Zesa tariffs hike panic . . . Business warns of imminent closure

11 Jan, 2016 - 02:01 0 Views
Zesa tariffs hike panic . . . Business warns of imminent closure

The Chronicle

Prosper Ndlovu Business Editor
THE proposed 22 percent electricity tariff increase will further strain already struggling businesses in the country and push other cost drivers up, economic experts have warned.

In the context of lack of competitiveness and its negative effects on the economy, it does not make any sense for utilities and service providers to increase charges as this would destroy the few surviving businesses, they said.

The power utility, Zesa, has already applied for a 22 percent tariff hike to the Zimbabwe Energy and Regulatory Authority (Zera) with Energy and Power Development Minister Samuel Undenge recently indicating the proposal could soon be approved.

While the power utility argues the increase is meant to raise funding for new power projects to ensure steady supplies, the move has riled the business community and individual consumers who feel any increase would increase the cost burden on them.

“At this juncture . . . it doesn’t make sense to bargain for wage and salary increases and raise prices of utilities within the national economy,” said Gift Mugano, a renowned economic advisor, author and trade expert.

“Instead, as suggested in the monetary policy, the prevailing circumstances call for a downward adjustment in the prices of goods and services in order to promote competitiveness and ultimately for the recovery of the economy because further prices increases would only serve to cripple the economy.”

An economic research associate with the Nelson Mandela Metropolitan University (SA), Mugano said the proposal by Zesa is retrogressive.

“What’s disheartening is that, notwithstanding this prudent advice, we’re still witnessing renewed efforts to raise prices of utilities particularly from Zesa.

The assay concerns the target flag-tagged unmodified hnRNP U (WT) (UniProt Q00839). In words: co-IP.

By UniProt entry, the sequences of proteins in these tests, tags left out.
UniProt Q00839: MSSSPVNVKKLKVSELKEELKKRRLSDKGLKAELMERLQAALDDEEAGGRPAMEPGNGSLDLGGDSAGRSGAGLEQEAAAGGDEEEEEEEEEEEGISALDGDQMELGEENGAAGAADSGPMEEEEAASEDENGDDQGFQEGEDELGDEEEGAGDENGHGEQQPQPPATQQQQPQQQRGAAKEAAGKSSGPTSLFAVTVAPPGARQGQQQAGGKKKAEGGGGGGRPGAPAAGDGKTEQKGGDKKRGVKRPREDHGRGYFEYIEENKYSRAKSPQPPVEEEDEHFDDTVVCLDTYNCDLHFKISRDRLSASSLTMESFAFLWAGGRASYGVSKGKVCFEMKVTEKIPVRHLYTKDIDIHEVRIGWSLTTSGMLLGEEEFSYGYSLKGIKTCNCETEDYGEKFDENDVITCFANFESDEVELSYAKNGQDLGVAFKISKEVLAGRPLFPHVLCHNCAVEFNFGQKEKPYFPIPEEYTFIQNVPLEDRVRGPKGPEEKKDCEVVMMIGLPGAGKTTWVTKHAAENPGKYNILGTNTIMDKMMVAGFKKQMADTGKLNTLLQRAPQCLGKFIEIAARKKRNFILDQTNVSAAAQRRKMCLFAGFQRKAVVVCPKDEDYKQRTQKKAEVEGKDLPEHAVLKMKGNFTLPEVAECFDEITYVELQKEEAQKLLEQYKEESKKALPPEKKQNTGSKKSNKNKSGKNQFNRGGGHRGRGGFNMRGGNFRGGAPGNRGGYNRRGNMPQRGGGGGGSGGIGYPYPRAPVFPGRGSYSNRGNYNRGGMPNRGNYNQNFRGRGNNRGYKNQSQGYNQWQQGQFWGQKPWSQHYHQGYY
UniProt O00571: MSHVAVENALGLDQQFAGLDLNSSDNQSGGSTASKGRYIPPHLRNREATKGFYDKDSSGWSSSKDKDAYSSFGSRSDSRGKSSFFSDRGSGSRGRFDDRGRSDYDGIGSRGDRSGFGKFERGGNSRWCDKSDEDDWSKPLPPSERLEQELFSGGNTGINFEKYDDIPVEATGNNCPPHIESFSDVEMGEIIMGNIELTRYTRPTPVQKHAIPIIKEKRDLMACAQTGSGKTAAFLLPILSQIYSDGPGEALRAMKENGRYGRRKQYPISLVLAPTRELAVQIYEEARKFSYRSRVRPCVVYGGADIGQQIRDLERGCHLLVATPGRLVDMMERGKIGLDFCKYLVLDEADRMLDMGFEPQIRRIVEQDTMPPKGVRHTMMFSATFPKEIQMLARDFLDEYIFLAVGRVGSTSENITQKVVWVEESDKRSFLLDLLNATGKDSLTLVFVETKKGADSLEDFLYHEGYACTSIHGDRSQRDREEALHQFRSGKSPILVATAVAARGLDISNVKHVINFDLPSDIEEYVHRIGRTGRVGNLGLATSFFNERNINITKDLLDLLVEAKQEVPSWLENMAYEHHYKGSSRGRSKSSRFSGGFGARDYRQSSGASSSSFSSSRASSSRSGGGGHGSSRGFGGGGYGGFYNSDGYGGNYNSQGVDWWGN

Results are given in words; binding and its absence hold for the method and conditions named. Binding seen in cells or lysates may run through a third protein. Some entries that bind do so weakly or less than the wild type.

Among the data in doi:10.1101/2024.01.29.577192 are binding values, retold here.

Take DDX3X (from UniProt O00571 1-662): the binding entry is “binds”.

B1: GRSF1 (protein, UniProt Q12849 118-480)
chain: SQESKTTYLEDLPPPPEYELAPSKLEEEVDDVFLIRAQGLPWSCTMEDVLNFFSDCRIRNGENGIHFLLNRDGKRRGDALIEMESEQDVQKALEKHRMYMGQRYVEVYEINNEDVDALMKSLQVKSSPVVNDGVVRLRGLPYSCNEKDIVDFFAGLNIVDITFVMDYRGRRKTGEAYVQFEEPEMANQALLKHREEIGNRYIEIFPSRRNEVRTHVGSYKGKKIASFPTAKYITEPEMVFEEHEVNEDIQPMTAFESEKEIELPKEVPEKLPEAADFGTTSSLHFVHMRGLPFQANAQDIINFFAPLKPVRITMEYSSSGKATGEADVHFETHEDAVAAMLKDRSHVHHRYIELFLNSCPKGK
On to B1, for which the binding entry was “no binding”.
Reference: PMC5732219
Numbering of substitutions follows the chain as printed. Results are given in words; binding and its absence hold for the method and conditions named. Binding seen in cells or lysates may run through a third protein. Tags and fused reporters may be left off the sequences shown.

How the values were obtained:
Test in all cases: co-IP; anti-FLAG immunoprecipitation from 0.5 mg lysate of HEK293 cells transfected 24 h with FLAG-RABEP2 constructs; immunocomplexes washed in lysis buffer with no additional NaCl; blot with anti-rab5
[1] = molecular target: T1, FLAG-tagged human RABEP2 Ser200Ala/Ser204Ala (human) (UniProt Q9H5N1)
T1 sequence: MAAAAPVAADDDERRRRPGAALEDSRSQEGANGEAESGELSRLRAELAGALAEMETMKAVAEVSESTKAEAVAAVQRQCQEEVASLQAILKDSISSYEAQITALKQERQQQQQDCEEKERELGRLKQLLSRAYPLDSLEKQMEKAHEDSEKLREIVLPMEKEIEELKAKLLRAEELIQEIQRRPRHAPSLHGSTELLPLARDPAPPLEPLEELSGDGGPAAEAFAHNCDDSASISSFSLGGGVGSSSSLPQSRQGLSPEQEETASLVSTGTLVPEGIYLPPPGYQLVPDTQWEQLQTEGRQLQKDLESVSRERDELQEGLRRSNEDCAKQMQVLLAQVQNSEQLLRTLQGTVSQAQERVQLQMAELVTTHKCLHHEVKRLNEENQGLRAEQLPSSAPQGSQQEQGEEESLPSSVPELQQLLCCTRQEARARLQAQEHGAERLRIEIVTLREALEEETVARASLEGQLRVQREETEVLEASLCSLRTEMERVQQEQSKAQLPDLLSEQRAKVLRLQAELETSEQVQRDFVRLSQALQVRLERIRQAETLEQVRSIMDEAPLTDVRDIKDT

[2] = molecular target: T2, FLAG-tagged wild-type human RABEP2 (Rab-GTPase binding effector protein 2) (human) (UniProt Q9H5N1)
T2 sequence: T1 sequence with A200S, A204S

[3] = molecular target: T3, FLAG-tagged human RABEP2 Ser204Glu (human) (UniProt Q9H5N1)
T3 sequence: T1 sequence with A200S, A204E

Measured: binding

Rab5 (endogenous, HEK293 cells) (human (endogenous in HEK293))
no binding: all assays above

“This move is retrogressive, insincere and a clear sign of a lack of appreciation of the reality,” he blasted.

Businesses have vowed to oppose the increase with the Confederation of Zimbabwe Industries (CZI) embracing the “internal devaluation” approach, which seeks to contain costs and foster a downward review of charges in an effort to boost economic growth.

While consultations are underway, Zera would likely approve the tariff increase, which would see power charges rise from the current average US9c per kilowatt hour to US12c per kilowatt hour.

Minister Undenge says the increase would fill up the gap created by the drastic fall of water levels in Kariba, home to the 750MW capacity hydro-power station, due to drought.

The Affirmative Action Group (AAG) weighed in saying Zesa should find alternative means of raising funding other than increasing charges.

“We should be cutting costs and not raising them. Undenge shouldn’t give an excuse for wanting to raise funds for other power projects. In fact, Zesa should find other ways of getting funding than raising tariffs,” AAG Bulawayo-based economic analyst, Reginald Shoko, said.

He said Zimbabwe needs to internally devalue its economy to attain the competitive edge for industries to survive.

Despite incessant power cuts, thousands of consumers are struggling to clear arrears of close to $1 billion to Zesa, accrued since adoption of the multiple-currency system in 2009.

Regarded as a high cost country, Zimbabwe continues to play second fiddle to regional economies due to uncompetitiveness of her products due to high costs of production emanating from high mark ups to sustain high overheads epitomised in the hyperinflationary era prior to dollarisation in 2009.

Studies have shown that Zimbabwe has high utility tariffs, finance charges, average wages and salaries and a multiplicity of statutory fees.

According to a cost drivers analysis report submitted to the Office of the President and Cabinet last year, major cost drivers include but not limited to municipality tariffs, environmental management fees, National Social Security Authority charges, and other non-tariff barriers that increase the cost of doing business.

The continued appreciation of the US$ against major currencies such as the South African rand, has made imports much cheaper — further widening the import bill.

Economic experts say the combination of the above factors continues to put pressure on the balance of payment position as imports of finished goods and rampant smuggling have become the order of the day leading to company closures and job losses.


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